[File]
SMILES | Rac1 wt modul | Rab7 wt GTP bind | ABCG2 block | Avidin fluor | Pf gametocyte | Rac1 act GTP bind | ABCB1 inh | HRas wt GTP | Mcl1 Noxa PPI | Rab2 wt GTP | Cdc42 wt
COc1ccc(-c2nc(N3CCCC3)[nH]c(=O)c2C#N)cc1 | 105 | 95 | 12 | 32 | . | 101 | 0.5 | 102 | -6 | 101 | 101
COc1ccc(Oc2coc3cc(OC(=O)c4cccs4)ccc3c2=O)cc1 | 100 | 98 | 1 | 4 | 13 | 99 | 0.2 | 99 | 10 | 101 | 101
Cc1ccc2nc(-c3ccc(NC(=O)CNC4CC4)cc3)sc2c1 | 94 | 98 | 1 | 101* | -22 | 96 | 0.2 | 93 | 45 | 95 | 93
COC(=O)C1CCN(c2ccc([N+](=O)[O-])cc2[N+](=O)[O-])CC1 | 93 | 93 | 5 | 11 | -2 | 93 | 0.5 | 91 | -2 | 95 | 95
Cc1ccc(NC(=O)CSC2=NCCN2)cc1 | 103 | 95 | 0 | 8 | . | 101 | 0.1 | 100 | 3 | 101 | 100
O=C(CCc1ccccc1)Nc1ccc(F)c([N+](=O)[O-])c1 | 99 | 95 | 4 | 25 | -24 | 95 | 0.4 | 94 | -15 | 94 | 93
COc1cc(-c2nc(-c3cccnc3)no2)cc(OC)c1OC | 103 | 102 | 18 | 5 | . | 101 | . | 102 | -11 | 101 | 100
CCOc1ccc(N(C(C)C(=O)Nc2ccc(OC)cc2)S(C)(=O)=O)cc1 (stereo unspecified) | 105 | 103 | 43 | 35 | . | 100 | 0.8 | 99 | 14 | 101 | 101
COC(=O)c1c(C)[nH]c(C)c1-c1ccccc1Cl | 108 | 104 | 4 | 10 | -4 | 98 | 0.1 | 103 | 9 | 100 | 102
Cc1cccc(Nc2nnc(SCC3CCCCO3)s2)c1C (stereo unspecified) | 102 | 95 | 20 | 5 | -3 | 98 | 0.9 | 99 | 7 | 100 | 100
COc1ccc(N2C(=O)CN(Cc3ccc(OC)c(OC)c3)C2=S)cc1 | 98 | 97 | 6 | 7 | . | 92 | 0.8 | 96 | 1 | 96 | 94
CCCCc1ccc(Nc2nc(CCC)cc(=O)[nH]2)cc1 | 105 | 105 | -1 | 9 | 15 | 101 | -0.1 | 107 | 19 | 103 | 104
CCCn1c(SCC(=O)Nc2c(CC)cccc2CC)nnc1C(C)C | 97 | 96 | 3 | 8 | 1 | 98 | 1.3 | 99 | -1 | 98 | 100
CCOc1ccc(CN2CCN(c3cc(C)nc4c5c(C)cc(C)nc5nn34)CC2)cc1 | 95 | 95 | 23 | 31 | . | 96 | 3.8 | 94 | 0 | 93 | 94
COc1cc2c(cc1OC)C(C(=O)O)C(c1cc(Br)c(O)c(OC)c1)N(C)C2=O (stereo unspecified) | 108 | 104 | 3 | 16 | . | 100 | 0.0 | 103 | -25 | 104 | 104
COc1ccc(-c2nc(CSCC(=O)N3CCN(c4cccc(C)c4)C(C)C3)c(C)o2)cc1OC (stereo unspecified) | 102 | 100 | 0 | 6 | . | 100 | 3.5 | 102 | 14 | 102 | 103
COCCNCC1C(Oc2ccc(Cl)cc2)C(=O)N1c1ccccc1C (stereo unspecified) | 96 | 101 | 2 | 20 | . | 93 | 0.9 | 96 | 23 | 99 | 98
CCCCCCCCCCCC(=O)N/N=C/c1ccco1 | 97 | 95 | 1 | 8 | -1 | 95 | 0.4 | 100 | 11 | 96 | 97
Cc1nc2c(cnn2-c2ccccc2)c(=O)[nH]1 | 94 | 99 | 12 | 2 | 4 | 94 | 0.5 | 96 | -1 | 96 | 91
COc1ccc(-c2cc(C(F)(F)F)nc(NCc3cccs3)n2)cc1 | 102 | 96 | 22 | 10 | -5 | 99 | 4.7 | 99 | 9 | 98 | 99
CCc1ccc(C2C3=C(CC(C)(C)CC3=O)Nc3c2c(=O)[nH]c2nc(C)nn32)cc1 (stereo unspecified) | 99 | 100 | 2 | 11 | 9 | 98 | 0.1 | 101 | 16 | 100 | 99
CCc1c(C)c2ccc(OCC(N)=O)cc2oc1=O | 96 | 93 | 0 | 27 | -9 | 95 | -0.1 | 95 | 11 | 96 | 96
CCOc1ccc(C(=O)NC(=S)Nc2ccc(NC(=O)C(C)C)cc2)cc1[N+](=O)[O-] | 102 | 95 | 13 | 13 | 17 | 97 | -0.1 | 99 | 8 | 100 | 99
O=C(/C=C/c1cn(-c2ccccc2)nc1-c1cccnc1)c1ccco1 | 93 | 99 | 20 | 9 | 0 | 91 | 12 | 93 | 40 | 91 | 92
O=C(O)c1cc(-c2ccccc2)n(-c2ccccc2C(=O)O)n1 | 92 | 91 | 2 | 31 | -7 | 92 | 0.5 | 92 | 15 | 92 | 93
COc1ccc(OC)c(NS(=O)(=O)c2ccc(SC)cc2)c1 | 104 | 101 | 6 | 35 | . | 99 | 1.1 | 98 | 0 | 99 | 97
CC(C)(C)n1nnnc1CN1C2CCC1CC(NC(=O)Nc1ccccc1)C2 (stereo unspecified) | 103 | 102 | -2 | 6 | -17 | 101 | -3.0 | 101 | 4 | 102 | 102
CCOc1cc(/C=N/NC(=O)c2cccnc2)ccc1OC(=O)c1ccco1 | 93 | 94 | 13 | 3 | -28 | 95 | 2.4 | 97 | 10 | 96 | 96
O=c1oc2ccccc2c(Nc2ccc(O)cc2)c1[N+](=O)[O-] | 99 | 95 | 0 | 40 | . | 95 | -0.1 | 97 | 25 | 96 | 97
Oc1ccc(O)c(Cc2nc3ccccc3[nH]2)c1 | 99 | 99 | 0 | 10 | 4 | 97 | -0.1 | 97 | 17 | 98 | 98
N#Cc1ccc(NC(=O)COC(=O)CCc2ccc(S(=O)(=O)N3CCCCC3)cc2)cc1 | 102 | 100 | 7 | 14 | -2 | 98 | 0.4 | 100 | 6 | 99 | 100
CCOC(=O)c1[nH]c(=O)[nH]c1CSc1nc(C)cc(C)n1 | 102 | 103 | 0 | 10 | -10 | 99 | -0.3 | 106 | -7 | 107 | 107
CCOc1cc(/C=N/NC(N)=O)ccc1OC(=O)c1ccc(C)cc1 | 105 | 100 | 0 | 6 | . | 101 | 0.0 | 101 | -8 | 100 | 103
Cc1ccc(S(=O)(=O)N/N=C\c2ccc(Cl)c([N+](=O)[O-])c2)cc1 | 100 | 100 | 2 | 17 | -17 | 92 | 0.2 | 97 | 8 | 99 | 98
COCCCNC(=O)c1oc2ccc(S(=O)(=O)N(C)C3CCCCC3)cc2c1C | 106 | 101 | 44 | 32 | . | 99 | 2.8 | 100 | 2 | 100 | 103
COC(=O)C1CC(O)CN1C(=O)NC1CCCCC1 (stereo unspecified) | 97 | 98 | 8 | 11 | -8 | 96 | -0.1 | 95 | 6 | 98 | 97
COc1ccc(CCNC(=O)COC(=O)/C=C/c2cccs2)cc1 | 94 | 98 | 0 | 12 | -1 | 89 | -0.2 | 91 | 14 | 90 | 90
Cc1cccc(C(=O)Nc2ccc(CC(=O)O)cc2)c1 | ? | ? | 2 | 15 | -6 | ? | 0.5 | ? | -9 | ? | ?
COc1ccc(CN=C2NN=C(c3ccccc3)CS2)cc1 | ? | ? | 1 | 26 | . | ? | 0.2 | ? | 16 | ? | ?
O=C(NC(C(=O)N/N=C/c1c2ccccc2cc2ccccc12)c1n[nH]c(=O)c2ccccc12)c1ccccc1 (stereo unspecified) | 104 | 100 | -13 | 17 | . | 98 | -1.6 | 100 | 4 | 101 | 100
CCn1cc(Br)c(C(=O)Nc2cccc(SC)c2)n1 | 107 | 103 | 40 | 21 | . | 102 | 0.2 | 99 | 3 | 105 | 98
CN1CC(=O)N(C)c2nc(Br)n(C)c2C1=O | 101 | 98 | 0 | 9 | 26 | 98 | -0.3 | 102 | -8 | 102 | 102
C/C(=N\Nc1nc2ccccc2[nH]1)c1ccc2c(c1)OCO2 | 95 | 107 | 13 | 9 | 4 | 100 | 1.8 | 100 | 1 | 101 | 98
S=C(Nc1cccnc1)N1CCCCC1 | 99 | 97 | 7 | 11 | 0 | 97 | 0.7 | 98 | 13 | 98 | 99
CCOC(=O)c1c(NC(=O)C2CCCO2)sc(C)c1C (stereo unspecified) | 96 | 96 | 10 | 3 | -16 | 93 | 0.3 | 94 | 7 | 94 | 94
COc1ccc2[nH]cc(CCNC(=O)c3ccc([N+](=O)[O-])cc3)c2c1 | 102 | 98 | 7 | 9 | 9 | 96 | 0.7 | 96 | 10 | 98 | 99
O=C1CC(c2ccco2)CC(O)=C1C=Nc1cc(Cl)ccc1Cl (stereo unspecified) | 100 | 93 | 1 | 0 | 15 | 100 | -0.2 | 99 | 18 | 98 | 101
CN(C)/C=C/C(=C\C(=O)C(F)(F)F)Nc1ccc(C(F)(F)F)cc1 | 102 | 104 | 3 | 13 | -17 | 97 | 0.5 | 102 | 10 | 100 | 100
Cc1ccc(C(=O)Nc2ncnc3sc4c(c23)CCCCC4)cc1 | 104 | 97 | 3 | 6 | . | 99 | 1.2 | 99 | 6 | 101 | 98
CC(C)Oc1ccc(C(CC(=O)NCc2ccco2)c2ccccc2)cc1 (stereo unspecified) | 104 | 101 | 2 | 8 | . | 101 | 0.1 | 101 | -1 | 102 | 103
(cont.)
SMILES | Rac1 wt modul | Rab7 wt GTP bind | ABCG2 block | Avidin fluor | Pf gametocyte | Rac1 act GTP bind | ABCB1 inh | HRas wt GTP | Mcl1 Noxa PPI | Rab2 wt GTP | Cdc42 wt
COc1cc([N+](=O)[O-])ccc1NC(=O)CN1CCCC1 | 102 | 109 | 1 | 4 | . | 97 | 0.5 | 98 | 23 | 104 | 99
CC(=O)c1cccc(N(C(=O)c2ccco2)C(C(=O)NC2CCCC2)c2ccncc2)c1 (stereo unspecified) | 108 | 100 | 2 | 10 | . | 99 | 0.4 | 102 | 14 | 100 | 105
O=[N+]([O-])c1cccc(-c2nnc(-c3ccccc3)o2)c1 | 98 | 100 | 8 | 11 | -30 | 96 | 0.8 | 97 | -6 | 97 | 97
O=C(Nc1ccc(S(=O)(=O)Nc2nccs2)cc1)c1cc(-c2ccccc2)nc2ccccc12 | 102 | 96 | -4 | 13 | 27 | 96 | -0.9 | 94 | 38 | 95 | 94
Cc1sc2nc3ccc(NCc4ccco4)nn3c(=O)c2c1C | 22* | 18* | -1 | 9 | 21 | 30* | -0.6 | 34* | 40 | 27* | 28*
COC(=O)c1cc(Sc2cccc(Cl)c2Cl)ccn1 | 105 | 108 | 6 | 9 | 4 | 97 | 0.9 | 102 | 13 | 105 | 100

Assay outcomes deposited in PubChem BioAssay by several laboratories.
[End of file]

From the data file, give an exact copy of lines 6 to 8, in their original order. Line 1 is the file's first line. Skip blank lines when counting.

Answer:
Cc1ccc(NC(=O)CSC2=NCCN2)cc1 | 103 | 95 | 0 | 8 | . | 101 | 0.1 | 100 | 3 | 101 | 100
O=C(CCc1ccccc1)Nc1ccc(F)c([N+](=O)[O-])c1 | 99 | 95 | 4 | 25 | -24 | 95 | 0.4 | 94 | -15 | 94 | 93
COc1cc(-c2nc(-c3cccnc3)no2)cc(OC)c1OC | 103 | 102 | 18 | 5 | . | 101 | . | 102 | -11 | 101 | 100